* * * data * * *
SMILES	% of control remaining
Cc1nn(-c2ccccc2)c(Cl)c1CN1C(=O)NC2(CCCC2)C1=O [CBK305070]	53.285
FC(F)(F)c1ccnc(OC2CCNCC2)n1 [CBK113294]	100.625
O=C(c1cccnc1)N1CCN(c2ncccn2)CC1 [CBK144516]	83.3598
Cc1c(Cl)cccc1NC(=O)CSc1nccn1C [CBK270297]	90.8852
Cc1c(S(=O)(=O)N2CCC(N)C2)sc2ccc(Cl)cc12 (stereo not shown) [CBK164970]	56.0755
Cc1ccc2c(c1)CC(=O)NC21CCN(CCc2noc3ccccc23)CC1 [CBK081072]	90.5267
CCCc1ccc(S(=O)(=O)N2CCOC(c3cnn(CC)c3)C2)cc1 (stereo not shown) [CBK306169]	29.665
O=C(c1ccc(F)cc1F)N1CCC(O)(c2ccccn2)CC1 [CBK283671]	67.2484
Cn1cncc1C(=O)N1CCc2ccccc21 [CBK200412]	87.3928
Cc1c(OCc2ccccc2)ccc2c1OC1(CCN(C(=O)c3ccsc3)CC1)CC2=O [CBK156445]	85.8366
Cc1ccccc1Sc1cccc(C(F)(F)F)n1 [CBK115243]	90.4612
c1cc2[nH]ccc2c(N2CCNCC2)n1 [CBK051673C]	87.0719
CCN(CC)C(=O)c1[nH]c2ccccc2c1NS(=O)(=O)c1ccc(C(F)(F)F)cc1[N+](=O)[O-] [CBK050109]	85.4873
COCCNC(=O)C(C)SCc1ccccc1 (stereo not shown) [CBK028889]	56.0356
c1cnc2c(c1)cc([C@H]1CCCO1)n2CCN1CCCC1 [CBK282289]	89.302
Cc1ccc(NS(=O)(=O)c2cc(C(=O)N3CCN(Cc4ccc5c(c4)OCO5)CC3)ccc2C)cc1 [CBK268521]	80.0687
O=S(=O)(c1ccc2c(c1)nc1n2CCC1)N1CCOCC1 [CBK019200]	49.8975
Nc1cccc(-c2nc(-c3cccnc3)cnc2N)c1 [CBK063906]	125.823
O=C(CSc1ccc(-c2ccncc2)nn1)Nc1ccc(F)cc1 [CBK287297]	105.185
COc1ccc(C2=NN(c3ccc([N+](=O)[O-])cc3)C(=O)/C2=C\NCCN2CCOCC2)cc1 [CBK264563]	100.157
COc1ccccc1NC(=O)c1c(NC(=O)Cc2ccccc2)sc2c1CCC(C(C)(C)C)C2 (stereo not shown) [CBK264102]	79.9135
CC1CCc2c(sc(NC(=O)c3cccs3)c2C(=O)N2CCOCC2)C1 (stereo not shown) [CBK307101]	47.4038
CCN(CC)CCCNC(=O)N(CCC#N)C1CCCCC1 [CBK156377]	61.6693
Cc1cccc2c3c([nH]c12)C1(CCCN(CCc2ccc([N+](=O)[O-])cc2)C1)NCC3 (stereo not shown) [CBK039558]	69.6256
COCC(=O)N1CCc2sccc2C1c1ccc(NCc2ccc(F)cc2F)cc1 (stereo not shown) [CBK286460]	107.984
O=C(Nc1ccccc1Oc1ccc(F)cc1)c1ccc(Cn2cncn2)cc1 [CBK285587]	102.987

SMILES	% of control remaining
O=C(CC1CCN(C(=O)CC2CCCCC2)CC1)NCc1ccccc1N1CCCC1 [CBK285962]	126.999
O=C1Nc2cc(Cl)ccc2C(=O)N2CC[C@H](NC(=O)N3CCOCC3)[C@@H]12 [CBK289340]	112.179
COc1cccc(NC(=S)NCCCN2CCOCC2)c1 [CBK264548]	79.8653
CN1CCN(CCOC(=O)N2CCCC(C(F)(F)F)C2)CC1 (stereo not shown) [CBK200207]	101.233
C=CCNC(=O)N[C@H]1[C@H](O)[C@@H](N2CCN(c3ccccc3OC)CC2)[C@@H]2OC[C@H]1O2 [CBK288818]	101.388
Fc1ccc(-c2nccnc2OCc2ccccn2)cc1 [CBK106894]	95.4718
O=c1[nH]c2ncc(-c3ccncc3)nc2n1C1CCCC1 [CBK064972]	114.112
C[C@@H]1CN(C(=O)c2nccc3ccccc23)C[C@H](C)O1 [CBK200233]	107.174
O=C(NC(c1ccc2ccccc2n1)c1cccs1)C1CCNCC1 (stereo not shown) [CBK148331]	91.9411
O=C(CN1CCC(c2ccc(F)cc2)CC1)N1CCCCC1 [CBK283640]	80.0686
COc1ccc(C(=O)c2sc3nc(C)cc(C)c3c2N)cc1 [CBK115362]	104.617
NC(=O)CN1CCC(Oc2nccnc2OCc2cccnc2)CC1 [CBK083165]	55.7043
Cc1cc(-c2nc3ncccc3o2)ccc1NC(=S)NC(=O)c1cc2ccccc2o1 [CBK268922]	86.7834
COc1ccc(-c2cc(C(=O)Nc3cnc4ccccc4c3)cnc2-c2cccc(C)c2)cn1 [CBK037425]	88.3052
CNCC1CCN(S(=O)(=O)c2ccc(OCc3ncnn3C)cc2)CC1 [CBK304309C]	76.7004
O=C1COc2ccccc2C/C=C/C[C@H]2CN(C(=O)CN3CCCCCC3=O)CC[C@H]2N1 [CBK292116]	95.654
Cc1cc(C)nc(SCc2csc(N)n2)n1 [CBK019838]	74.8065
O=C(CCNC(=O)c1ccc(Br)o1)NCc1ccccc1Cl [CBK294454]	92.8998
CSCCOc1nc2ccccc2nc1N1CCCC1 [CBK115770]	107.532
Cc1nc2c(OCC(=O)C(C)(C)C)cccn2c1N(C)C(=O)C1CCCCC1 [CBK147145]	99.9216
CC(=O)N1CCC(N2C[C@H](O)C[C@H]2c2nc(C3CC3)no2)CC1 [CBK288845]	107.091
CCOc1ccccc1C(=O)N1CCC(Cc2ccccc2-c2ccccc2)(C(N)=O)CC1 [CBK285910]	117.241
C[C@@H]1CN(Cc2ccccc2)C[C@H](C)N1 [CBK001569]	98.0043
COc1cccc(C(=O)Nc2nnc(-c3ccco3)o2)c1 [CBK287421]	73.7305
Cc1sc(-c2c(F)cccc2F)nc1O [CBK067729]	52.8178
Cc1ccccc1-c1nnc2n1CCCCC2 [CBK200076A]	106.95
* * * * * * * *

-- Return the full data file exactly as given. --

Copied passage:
SMILES	% of control remaining
Cc1nn(-c2ccccc2)c(Cl)c1CN1C(=O)NC2(CCCC2)C1=O [CBK305070]	53.285
FC(F)(F)c1ccnc(OC2CCNCC2)n1 [CBK113294]	100.625
O=C(c1cccnc1)N1CCN(c2ncccn2)CC1 [CBK144516]	83.3598
Cc1c(Cl)cccc1NC(=O)CSc1nccn1C [CBK270297]	90.8852
Cc1c(S(=O)(=O)N2CCC(N)C2)sc2ccc(Cl)cc12 (stereo not shown) [CBK164970]	56.0755
Cc1ccc2c(c1)CC(=O)NC21CCN(CCc2noc3ccccc23)CC1 [CBK081072]	90.5267
CCCc1ccc(S(=O)(=O)N2CCOC(c3cnn(CC)c3)C2)cc1 (stereo not shown) [CBK306169]	29.665
O=C(c1ccc(F)cc1F)N1CCC(O)(c2ccccn2)CC1 [CBK283671]	67.2484
Cn1cncc1C(=O)N1CCc2ccccc21 [CBK200412]	87.3928
Cc1c(OCc2ccccc2)ccc2c1OC1(CCN(C(=O)c3ccsc3)CC1)CC2=O [CBK156445]	85.8366
Cc1ccccc1Sc1cccc(C(F)(F)F)n1 [CBK115243]	90.4612
c1cc2[nH]ccc2c(N2CCNCC2)n1 [CBK051673C]	87.0719
CCN(CC)C(=O)c1[nH]c2ccccc2c1NS(=O)(=O)c1ccc(C(F)(F)F)cc1[N+](=O)[O-] [CBK050109]	85.4873
COCCNC(=O)C(C)SCc1ccccc1 (stereo not shown) [CBK028889]	56.0356
c1cnc2c(c1)cc([C@H]1CCCO1)n2CCN1CCCC1 [CBK282289]	89.302
Cc1ccc(NS(=O)(=O)c2cc(C(=O)N3CCN(Cc4ccc5c(c4)OCO5)CC3)ccc2C)cc1 [CBK268521]	80.0687
O=S(=O)(c1ccc2c(c1)nc1n2CCC1)N1CCOCC1 [CBK019200]	49.8975
Nc1cccc(-c2nc(-c3cccnc3)cnc2N)c1 [CBK063906]	125.823
O=C(CSc1ccc(-c2ccncc2)nn1)Nc1ccc(F)cc1 [CBK287297]	105.185
COc1ccc(C2=NN(c3ccc([N+](=O)[O-])cc3)C(=O)/C2=C\NCCN2CCOCC2)cc1 [CBK264563]	100.157
COc1ccccc1NC(=O)c1c(NC(=O)Cc2ccccc2)sc2c1CCC(C(C)(C)C)C2 (stereo not shown) [CBK264102]	79.9135
CC1CCc2c(sc(NC(=O)c3cccs3)c2C(=O)N2CCOCC2)C1 (stereo not shown) [CBK307101]	47.4038
CCN(CC)CCCNC(=O)N(CCC#N)C1CCCCC1 [CBK156377]	61.6693
Cc1cccc2c3c([nH]c12)C1(CCCN(CCc2ccc([N+](=O)[O-])cc2)C1)NCC3 (stereo not shown) [CBK039558]	69.6256
COCC(=O)N1CCc2sccc2C1c1ccc(NCc2ccc(F)cc2F)cc1 (stereo not shown) [CBK286460]	107.984
O=C(Nc1ccccc1Oc1ccc(F)cc1)c1ccc(Cn2cncn2)cc1 [CBK285587]	102.987

SMILES	% of control remaining
O=C(CC1CCN(C(=O)CC2CCCCC2)CC1)NCc1ccccc1N1CCCC1 [CBK285962]	126.999
O=C1Nc2cc(Cl)ccc2C(=O)N2CC[C@H](NC(=O)N3CCOCC3)[C@@H]12 [CBK289340]	112.179
COc1cccc(NC(=S)NCCCN2CCOCC2)c1 [CBK264548]	79.8653
CN1CCN(CCOC(=O)N2CCCC(C(F)(F)F)C2)CC1 (stereo not shown) [CBK200207]	101.233
C=CCNC(=O)N[C@H]1[C@H](O)[C@@H](N2CCN(c3ccccc3OC)CC2)[C@@H]2OC[C@H]1O2 [CBK288818]	101.388
Fc1ccc(-c2nccnc2OCc2ccccn2)cc1 [CBK106894]	95.4718
O=c1[nH]c2ncc(-c3ccncc3)nc2n1C1CCCC1 [CBK064972]	114.112
C[C@@H]1CN(C(=O)c2nccc3ccccc23)C[C@H](C)O1 [CBK200233]	107.174
O=C(NC(c1ccc2ccccc2n1)c1cccs1)C1CCNCC1 (stereo not shown) [CBK148331]	91.9411
O=C(CN1CCC(c2ccc(F)cc2)CC1)N1CCCCC1 [CBK283640]	80.0686
COc1ccc(C(=O)c2sc3nc(C)cc(C)c3c2N)cc1 [CBK115362]	104.617
NC(=O)CN1CCC(Oc2nccnc2OCc2cccnc2)CC1 [CBK083165]	55.7043
Cc1cc(-c2nc3ncccc3o2)ccc1NC(=S)NC(=O)c1cc2ccccc2o1 [CBK268922]	86.7834
COc1ccc(-c2cc(C(=O)Nc3cnc4ccccc4c3)cnc2-c2cccc(C)c2)cn1 [CBK037425]	88.3052
CNCC1CCN(S(=O)(=O)c2ccc(OCc3ncnn3C)cc2)CC1 [CBK304309C]	76.7004
O=C1COc2ccccc2C/C=C/C[C@H]2CN(C(=O)CN3CCCCCC3=O)CC[C@H]2N1 [CBK292116]	95.654
Cc1cc(C)nc(SCc2csc(N)n2)n1 [CBK019838]	74.8065
O=C(CCNC(=O)c1ccc(Br)o1)NCc1ccccc1Cl [CBK294454]	92.8998
CSCCOc1nc2ccccc2nc1N1CCCC1 [CBK115770]	107.532
Cc1nc2c(OCC(=O)C(C)(C)C)cccn2c1N(C)C(=O)C1CCCCC1 [CBK147145]	99.9216
CC(=O)N1CCC(N2C[C@H](O)C[C@H]2c2nc(C3CC3)no2)CC1 [CBK288845]	107.091
CCOc1ccccc1C(=O)N1CCC(Cc2ccccc2-c2ccccc2)(C(N)=O)CC1 [CBK285910]	117.241
C[C@@H]1CN(Cc2ccccc2)C[C@H](C)N1 [CBK001569]	98.0043
COc1cccc(C(=O)Nc2nnc(-c3ccco3)o2)c1 [CBK287421]	73.7305
Cc1sc(-c2c(F)cccc2F)nc1O [CBK067729]	52.8178
Cc1ccccc1-c1nnc2n1CCCCC2 [CBK200076A]	106.95